Blueberry Vinegar

This is a great article written by Tessa Purdon over at Food24 that describes why we should all be doing more cooking and eating food with vinegar. For most people, blueberry vinegar is new and different. We need to experiment! When a recipe or your food experiment calls for any kind of vinegar, consider blueberry vinegar instead of one of the traditional vinegars. There is no question about the health benefits, let's experiment with the taste. If you are on Facebook, post the results of your experiment on the Santa Barbara Blueberries Facebook page.


- Ed
  Santa Barbara Blueberries


If you've strolled down the wellness/health aisle of any local supermarket, you are sure to have spotted the shelves packed with various brands of apple cider vinegar ('ACV' for those who use it as frequently as toothpaste.).

While the wellness and health movement have helped spur on the apple cider vinegar trend, vinegar itself has been used for centuries - not just as a food staple, but also for its healing and medicinal properties which is why vinegar is actually categorized as a 'functional food' - in the sense that it has health-giving properties. In fact, it's even been said that John Adams, the second president of the United States drank apple cider every morning for breakfast.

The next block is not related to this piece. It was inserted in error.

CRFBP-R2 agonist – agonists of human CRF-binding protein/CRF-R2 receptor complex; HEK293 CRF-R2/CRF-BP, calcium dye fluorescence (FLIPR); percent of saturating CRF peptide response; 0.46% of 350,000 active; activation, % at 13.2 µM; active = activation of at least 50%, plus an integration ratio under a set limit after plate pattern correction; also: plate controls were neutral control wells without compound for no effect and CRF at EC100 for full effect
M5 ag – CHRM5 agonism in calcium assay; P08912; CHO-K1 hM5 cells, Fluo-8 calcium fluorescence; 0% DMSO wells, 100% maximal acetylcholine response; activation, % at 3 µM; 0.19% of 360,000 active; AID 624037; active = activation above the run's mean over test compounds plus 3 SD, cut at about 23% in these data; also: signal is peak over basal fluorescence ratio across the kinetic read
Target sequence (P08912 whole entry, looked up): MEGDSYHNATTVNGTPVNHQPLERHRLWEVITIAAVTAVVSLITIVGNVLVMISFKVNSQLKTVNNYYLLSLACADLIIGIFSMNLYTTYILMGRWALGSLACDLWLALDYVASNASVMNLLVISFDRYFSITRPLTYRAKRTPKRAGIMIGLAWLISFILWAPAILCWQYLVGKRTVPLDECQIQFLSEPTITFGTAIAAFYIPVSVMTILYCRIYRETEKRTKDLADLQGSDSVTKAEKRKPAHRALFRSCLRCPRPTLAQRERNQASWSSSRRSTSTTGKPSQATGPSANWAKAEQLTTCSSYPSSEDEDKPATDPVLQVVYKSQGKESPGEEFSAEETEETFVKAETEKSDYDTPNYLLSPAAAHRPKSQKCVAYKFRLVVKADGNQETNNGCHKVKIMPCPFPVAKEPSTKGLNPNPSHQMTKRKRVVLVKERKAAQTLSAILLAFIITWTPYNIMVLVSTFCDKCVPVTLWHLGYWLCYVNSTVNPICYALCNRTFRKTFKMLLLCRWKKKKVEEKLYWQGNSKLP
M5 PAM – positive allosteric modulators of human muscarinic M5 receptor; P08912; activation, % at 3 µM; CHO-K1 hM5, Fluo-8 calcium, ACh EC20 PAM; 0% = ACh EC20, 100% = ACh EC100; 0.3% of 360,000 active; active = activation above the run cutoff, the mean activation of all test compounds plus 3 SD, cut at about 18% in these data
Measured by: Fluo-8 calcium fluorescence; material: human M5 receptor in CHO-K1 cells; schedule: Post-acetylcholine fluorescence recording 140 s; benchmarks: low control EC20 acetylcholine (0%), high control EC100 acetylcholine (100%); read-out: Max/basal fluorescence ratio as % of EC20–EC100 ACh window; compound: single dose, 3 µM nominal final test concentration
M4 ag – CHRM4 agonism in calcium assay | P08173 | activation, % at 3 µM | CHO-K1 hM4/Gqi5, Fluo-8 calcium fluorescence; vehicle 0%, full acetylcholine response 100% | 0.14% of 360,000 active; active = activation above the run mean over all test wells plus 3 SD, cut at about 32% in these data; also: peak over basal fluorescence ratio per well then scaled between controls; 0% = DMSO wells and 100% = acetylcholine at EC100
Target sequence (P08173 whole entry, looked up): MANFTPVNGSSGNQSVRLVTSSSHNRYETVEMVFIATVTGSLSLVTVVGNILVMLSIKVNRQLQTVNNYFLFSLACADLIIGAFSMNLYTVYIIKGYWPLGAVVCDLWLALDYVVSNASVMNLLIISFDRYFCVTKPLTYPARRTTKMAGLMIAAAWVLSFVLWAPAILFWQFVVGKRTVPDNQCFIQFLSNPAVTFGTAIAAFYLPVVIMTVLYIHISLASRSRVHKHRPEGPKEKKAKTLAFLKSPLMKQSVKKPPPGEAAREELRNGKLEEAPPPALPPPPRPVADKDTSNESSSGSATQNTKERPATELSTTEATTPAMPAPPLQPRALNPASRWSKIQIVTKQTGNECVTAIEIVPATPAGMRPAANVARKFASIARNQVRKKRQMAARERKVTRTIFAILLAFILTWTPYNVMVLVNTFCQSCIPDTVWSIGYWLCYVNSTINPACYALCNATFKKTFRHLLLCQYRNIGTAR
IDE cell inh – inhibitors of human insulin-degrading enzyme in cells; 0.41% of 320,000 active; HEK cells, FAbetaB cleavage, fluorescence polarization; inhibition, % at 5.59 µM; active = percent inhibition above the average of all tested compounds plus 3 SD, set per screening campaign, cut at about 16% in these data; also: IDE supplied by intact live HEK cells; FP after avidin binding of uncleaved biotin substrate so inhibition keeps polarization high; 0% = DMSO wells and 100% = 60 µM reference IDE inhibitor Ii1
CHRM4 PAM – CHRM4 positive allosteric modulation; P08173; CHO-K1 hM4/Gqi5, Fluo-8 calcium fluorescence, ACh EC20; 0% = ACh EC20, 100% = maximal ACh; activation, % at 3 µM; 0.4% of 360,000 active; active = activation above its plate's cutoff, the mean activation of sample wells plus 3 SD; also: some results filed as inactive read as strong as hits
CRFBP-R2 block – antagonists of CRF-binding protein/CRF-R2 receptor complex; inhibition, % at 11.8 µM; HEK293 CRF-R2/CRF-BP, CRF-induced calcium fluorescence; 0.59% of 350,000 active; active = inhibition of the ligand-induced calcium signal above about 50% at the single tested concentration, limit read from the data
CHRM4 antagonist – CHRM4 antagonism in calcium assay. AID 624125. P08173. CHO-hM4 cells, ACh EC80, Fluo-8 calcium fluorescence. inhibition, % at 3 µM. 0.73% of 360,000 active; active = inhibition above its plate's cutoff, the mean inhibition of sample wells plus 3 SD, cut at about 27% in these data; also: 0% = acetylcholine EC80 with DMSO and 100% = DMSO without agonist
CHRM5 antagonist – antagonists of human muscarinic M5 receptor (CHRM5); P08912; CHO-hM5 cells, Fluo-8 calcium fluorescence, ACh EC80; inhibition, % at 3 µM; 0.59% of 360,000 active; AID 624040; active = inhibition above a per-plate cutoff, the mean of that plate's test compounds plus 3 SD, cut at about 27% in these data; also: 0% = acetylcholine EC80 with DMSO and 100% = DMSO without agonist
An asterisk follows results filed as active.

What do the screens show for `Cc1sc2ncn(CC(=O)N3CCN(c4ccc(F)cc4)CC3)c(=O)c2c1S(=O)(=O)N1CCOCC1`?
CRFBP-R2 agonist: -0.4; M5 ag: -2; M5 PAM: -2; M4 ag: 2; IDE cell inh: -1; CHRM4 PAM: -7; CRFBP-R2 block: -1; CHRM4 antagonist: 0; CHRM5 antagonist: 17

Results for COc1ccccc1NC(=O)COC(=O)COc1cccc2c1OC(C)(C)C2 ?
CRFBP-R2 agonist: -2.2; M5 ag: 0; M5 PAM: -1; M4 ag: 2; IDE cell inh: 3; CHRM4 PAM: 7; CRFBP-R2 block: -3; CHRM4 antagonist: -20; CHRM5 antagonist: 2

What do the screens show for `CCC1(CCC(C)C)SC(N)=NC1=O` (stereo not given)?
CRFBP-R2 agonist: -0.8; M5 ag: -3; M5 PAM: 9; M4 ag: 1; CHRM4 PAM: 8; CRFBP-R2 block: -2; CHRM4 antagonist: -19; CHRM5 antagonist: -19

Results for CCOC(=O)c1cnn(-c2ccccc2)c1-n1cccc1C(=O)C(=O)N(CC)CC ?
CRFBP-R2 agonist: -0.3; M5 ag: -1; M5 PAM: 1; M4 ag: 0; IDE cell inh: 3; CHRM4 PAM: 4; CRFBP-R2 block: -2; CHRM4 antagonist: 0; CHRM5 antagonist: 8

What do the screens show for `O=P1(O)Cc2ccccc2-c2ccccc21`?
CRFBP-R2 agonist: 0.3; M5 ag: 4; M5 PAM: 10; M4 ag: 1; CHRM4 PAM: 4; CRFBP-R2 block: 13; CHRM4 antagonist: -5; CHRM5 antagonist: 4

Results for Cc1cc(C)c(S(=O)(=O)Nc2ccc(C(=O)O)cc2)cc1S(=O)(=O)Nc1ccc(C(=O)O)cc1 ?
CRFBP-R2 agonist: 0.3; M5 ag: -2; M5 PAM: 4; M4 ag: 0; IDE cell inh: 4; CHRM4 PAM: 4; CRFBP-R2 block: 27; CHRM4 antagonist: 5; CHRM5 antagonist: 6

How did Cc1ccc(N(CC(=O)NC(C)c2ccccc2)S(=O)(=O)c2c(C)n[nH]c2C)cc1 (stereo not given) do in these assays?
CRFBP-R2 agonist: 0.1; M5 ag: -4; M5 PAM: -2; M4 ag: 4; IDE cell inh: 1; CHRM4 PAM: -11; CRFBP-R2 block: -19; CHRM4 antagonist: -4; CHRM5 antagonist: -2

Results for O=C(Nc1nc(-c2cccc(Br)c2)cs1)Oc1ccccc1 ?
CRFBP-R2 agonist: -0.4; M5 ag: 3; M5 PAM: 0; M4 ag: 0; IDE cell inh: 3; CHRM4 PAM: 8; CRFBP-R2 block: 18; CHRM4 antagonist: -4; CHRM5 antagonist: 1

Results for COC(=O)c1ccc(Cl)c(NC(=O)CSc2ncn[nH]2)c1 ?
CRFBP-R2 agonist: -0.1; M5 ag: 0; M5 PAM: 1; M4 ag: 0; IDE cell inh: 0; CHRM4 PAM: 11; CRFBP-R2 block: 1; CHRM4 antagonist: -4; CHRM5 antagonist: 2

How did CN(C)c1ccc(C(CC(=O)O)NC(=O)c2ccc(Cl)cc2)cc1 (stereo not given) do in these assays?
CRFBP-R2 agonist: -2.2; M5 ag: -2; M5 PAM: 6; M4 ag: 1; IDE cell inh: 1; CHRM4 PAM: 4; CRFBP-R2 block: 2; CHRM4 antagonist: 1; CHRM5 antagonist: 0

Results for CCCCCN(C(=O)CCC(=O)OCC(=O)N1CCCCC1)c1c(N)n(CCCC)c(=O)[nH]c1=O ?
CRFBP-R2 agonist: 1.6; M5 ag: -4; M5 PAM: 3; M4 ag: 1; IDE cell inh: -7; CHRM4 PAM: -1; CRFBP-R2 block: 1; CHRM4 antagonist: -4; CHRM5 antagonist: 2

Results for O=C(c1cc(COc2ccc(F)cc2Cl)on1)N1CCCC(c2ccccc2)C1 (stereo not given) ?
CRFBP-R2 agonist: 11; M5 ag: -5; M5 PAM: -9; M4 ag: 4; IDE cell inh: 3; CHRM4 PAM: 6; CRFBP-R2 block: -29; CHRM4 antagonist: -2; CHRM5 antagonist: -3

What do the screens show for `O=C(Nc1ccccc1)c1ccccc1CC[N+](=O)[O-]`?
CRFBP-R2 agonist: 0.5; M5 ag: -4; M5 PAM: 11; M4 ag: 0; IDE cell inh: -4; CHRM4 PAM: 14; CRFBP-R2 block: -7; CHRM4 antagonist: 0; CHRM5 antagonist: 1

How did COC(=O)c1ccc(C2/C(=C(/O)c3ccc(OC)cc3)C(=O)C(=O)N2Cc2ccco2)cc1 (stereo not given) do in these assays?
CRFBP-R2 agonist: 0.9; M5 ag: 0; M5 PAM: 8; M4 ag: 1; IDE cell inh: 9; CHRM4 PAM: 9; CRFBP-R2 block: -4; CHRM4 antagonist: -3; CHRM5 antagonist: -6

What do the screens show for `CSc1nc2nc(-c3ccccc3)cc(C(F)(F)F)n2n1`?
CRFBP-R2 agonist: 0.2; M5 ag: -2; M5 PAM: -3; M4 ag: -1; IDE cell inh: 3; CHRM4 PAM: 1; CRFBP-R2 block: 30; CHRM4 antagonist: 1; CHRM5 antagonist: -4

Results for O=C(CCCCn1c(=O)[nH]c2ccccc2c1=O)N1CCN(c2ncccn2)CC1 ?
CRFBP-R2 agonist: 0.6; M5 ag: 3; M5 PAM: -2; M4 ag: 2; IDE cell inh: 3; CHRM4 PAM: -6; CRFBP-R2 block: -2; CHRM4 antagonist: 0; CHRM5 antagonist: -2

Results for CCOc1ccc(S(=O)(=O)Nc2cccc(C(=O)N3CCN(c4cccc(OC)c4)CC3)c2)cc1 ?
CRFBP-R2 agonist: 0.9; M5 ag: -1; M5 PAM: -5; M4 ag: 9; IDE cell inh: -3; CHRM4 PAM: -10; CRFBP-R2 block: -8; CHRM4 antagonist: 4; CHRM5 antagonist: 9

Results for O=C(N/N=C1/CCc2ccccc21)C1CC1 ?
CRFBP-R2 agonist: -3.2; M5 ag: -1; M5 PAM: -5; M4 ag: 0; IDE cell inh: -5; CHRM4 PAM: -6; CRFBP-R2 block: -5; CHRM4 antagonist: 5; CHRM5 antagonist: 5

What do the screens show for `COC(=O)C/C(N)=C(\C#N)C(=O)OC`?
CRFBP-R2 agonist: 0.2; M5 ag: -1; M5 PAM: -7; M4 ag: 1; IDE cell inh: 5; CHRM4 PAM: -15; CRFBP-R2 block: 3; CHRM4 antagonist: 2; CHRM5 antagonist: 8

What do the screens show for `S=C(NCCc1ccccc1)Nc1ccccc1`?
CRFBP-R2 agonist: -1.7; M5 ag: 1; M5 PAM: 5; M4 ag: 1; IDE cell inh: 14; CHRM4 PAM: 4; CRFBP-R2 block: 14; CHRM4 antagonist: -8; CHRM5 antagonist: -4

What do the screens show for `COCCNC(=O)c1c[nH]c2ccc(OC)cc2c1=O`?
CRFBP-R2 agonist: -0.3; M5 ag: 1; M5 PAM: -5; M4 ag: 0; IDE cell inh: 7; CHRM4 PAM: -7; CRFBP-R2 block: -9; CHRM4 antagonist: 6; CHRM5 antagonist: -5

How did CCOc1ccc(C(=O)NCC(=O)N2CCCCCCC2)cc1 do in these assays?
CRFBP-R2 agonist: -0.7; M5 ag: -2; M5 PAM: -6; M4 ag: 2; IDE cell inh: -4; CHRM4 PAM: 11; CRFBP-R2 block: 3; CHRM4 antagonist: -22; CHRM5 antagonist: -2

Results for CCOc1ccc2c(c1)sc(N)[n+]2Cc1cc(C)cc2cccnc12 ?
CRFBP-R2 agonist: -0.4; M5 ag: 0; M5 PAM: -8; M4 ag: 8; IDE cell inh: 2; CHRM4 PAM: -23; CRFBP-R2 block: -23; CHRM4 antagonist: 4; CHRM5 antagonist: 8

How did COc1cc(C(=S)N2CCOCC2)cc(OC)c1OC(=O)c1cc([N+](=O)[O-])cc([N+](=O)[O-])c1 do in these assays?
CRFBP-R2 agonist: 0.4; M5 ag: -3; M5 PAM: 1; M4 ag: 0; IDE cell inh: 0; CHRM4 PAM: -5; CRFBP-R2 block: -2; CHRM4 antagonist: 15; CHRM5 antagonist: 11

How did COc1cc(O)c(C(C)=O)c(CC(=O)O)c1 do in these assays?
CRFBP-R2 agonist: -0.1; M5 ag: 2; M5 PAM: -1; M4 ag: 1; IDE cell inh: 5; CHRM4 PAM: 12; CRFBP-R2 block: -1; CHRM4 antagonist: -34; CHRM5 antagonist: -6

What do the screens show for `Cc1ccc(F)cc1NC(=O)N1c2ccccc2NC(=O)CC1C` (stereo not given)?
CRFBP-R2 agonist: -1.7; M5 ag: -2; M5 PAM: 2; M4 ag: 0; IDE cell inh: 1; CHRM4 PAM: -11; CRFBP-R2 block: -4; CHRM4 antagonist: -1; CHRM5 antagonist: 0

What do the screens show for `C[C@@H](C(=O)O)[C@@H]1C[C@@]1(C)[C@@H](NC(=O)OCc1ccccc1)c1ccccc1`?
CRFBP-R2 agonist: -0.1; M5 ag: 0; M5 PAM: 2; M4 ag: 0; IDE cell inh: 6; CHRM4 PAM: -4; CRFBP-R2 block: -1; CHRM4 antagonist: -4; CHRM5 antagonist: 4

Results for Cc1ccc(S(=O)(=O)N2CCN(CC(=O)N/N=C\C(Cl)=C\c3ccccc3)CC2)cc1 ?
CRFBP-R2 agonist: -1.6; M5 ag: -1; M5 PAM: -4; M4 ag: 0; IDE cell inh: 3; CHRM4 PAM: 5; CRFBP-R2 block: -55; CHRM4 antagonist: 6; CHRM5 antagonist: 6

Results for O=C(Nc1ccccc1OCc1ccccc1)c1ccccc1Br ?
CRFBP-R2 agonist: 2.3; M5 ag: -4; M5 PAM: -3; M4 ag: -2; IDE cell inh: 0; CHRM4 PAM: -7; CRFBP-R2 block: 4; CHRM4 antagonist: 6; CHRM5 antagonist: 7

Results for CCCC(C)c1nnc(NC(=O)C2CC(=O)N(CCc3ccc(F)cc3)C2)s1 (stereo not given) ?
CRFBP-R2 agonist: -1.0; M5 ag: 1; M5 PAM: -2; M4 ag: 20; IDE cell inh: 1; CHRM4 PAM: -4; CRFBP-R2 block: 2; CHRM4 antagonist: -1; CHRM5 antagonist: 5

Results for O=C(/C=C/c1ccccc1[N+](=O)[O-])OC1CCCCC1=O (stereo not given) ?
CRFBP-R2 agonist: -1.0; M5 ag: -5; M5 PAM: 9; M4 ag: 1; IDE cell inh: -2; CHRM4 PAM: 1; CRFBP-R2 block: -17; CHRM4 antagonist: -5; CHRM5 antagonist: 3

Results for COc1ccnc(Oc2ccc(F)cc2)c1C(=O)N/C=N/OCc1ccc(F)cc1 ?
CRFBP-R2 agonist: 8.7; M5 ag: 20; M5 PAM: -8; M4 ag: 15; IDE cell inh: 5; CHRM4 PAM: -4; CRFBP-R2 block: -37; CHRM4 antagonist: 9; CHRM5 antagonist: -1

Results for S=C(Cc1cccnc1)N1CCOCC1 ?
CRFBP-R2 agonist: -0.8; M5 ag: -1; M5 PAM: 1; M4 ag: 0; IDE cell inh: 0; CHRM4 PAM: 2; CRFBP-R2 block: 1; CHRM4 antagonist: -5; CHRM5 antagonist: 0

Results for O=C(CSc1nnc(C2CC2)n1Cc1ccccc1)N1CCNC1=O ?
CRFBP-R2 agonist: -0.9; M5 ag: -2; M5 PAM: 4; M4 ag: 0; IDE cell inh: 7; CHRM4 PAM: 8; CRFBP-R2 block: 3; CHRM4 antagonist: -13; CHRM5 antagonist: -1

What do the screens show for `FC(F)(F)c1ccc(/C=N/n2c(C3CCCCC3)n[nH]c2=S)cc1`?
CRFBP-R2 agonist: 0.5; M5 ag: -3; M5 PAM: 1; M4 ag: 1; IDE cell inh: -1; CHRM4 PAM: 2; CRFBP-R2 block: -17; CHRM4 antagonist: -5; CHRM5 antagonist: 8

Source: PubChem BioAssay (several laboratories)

Like almost all things culinary, the production of vinegar came about as a complete accident when someone a long long time ago forgot about some syrup that was extracted from a date palm, and it began to ferment. When fermentation takes place, bacteria and yeast from the air (over time) converts the alcohol into acetic acid which results in that sour, mouth-puckering and tangy taste.

Since then it's had a plethora of culinary uses like pickling fruits and vegetables, preserving meat (hello biltong!), as an addition to shortcrust pastry dough (it keeps the gluten strands from getting too long - resulting in a flaky, 'short' pastry). You can also include a drop of vinegar to egg whites when making meringue as it helps to prevent overbeating so you don't land up with lumpy whites or a total foamy collapse with no structure. And of course we can't overlook its most common use in domestic households - as an ingredient in salad dressings and marinades.

While commercial vinegar is generally made quickly with acetic acid and water (NOT OURS!!!), you want to get your hands on some that's been naturally fermented - red wine vinegar, white wine vinegar, rice vinegar, (blueberry vinegar) or aged balsamic vinegar.

Bottom line is that it adds a zippy brightness to a dish that resonates with our 'sour' taste receptors on the sides of our tongues, creating a wonderful balance of flavor when combined with something sweet, salty or bitter. Which is why the presence of acid in cooking is so important.. 


This article was written by Tessa Purdon and originally posted on Nov, 2017

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